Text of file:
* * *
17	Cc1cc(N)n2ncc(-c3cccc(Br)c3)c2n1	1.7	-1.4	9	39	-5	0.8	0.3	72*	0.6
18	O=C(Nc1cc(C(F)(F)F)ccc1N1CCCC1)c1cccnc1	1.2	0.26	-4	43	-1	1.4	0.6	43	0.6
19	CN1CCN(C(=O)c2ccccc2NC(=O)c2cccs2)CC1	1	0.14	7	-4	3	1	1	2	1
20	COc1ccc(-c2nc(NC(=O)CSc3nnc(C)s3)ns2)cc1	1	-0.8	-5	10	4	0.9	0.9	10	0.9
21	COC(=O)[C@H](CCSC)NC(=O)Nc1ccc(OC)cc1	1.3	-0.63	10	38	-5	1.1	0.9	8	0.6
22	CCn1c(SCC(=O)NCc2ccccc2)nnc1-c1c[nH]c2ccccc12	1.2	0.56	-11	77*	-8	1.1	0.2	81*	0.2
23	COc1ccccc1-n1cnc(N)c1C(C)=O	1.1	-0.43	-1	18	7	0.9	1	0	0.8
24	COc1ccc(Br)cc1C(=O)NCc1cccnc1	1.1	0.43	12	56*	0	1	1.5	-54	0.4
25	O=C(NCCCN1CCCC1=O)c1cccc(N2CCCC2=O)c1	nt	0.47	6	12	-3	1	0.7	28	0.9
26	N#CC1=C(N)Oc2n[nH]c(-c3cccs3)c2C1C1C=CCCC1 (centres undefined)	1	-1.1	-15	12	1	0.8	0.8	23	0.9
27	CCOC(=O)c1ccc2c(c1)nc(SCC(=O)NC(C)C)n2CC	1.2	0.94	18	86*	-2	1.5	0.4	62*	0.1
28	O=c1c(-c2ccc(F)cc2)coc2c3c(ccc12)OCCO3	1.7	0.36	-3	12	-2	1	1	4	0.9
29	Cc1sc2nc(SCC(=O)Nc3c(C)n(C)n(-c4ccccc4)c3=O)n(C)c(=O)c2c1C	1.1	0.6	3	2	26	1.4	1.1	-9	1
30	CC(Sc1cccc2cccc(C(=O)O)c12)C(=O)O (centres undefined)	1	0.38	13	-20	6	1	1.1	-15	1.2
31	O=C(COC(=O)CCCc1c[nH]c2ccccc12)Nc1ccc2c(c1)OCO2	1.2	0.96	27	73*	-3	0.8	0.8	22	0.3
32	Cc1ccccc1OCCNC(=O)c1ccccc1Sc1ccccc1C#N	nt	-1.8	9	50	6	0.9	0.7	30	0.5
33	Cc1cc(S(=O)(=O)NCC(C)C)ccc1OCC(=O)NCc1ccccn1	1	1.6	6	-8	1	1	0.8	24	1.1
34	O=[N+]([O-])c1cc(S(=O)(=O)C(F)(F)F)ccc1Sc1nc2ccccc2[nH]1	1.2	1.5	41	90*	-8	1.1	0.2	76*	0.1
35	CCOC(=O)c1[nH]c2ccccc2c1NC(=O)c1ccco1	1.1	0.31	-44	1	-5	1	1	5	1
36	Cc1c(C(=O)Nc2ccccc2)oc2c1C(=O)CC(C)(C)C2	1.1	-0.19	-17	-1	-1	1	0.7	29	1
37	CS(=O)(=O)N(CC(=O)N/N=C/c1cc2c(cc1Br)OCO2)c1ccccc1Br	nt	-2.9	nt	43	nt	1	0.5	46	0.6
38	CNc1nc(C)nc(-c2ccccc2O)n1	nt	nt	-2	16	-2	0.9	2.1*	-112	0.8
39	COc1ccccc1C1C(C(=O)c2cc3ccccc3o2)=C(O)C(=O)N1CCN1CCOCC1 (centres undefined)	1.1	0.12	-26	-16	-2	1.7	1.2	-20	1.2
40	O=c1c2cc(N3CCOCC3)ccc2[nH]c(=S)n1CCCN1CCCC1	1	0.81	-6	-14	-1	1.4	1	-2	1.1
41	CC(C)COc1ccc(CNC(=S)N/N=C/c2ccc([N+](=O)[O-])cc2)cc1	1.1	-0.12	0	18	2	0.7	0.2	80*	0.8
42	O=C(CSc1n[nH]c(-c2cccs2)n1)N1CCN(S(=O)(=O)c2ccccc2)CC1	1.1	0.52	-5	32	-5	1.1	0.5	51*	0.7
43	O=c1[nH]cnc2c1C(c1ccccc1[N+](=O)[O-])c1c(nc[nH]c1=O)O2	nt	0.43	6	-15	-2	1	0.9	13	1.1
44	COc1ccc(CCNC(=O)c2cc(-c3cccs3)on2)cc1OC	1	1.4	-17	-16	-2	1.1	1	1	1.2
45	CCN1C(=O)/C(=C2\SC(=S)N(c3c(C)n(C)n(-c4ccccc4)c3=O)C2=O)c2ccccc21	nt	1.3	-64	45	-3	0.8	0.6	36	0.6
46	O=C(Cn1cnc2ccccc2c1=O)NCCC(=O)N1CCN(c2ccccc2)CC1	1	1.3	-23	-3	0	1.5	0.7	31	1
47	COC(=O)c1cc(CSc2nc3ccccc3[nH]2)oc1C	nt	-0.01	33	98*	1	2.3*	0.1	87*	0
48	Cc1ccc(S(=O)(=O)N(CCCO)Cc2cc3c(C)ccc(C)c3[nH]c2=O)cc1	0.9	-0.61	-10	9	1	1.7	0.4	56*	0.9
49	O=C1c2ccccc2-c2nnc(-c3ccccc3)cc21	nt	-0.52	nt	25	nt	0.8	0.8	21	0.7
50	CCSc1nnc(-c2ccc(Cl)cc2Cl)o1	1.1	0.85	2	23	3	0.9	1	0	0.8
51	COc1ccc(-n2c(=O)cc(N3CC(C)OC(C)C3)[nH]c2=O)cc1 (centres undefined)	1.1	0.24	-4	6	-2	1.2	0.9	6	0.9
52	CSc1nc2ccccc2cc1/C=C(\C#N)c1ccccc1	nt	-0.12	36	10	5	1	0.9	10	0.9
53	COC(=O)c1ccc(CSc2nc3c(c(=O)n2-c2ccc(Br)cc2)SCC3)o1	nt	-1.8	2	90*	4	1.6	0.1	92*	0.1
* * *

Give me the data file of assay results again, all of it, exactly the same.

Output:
17	Cc1cc(N)n2ncc(-c3cccc(Br)c3)c2n1	1.7	-1.4	9	39	-5	0.8	0.3	72*	0.6
18	O=C(Nc1cc(C(F)(F)F)ccc1N1CCCC1)c1cccnc1	1.2	0.26	-4	43	-1	1.4	0.6	43	0.6
19	CN1CCN(C(=O)c2ccccc2NC(=O)c2cccs2)CC1	1	0.14	7	-4	3	1	1	2	1
20	COc1ccc(-c2nc(NC(=O)CSc3nnc(C)s3)ns2)cc1	1	-0.8	-5	10	4	0.9	0.9	10	0.9
21	COC(=O)[C@H](CCSC)NC(=O)Nc1ccc(OC)cc1	1.3	-0.63	10	38	-5	1.1	0.9	8	0.6
22	CCn1c(SCC(=O)NCc2ccccc2)nnc1-c1c[nH]c2ccccc12	1.2	0.56	-11	77*	-8	1.1	0.2	81*	0.2
23	COc1ccccc1-n1cnc(N)c1C(C)=O	1.1	-0.43	-1	18	7	0.9	1	0	0.8
24	COc1ccc(Br)cc1C(=O)NCc1cccnc1	1.1	0.43	12	56*	0	1	1.5	-54	0.4
25	O=C(NCCCN1CCCC1=O)c1cccc(N2CCCC2=O)c1	nt	0.47	6	12	-3	1	0.7	28	0.9
26	N#CC1=C(N)Oc2n[nH]c(-c3cccs3)c2C1C1C=CCCC1 (centres undefined)	1	-1.1	-15	12	1	0.8	0.8	23	0.9
27	CCOC(=O)c1ccc2c(c1)nc(SCC(=O)NC(C)C)n2CC	1.2	0.94	18	86*	-2	1.5	0.4	62*	0.1
28	O=c1c(-c2ccc(F)cc2)coc2c3c(ccc12)OCCO3	1.7	0.36	-3	12	-2	1	1	4	0.9
29	Cc1sc2nc(SCC(=O)Nc3c(C)n(C)n(-c4ccccc4)c3=O)n(C)c(=O)c2c1C	1.1	0.6	3	2	26	1.4	1.1	-9	1
30	CC(Sc1cccc2cccc(C(=O)O)c12)C(=O)O (centres undefined)	1	0.38	13	-20	6	1	1.1	-15	1.2
31	O=C(COC(=O)CCCc1c[nH]c2ccccc12)Nc1ccc2c(c1)OCO2	1.2	0.96	27	73*	-3	0.8	0.8	22	0.3
32	Cc1ccccc1OCCNC(=O)c1ccccc1Sc1ccccc1C#N	nt	-1.8	9	50	6	0.9	0.7	30	0.5
33	Cc1cc(S(=O)(=O)NCC(C)C)ccc1OCC(=O)NCc1ccccn1	1	1.6	6	-8	1	1	0.8	24	1.1
34	O=[N+]([O-])c1cc(S(=O)(=O)C(F)(F)F)ccc1Sc1nc2ccccc2[nH]1	1.2	1.5	41	90*	-8	1.1	0.2	76*	0.1
35	CCOC(=O)c1[nH]c2ccccc2c1NC(=O)c1ccco1	1.1	0.31	-44	1	-5	1	1	5	1
36	Cc1c(C(=O)Nc2ccccc2)oc2c1C(=O)CC(C)(C)C2	1.1	-0.19	-17	-1	-1	1	0.7	29	1
37	CS(=O)(=O)N(CC(=O)N/N=C/c1cc2c(cc1Br)OCO2)c1ccccc1Br	nt	-2.9	nt	43	nt	1	0.5	46	0.6
38	CNc1nc(C)nc(-c2ccccc2O)n1	nt	nt	-2	16	-2	0.9	2.1*	-112	0.8
39	COc1ccccc1C1C(C(=O)c2cc3ccccc3o2)=C(O)C(=O)N1CCN1CCOCC1 (centres undefined)	1.1	0.12	-26	-16	-2	1.7	1.2	-20	1.2
40	O=c1c2cc(N3CCOCC3)ccc2[nH]c(=S)n1CCCN1CCCC1	1	0.81	-6	-14	-1	1.4	1	-2	1.1
41	CC(C)COc1ccc(CNC(=S)N/N=C/c2ccc([N+](=O)[O-])cc2)cc1	1.1	-0.12	0	18	2	0.7	0.2	80*	0.8
42	O=C(CSc1n[nH]c(-c2cccs2)n1)N1CCN(S(=O)(=O)c2ccccc2)CC1	1.1	0.52	-5	32	-5	1.1	0.5	51*	0.7
43	O=c1[nH]cnc2c1C(c1ccccc1[N+](=O)[O-])c1c(nc[nH]c1=O)O2	nt	0.43	6	-15	-2	1	0.9	13	1.1
44	COc1ccc(CCNC(=O)c2cc(-c3cccs3)on2)cc1OC	1	1.4	-17	-16	-2	1.1	1	1	1.2
45	CCN1C(=O)/C(=C2\SC(=S)N(c3c(C)n(C)n(-c4ccccc4)c3=O)C2=O)c2ccccc21	nt	1.3	-64	45	-3	0.8	0.6	36	0.6
46	O=C(Cn1cnc2ccccc2c1=O)NCCC(=O)N1CCN(c2ccccc2)CC1	1	1.3	-23	-3	0	1.5	0.7	31	1
47	COC(=O)c1cc(CSc2nc3ccccc3[nH]2)oc1C	nt	-0.01	33	98*	1	2.3*	0.1	87*	0
48	Cc1ccc(S(=O)(=O)N(CCCO)Cc2cc3c(C)ccc(C)c3[nH]c2=O)cc1	0.9	-0.61	-10	9	1	1.7	0.4	56*	0.9
49	O=C1c2ccccc2-c2nnc(-c3ccccc3)cc21	nt	-0.52	nt	25	nt	0.8	0.8	21	0.7
50	CCSc1nnc(-c2ccc(Cl)cc2Cl)o1	1.1	0.85	2	23	3	0.9	1	0	0.8
51	COc1ccc(-n2c(=O)cc(N3CC(C)OC(C)C3)[nH]c2=O)cc1 (centres undefined)	1.1	0.24	-4	6	-2	1.2	0.9	6	0.9
52	CSc1nc2ccccc2cc1/C=C(\C#N)c1ccccc1	nt	-0.12	36	10	5	1	0.9	10	0.9
53	COC(=O)c1ccc(CSc2nc3c(c(=O)n2-c2ccc(Br)cc2)SCC3)o1	nt	-1.8	2	90*	4	1.6	0.1	92*	0.1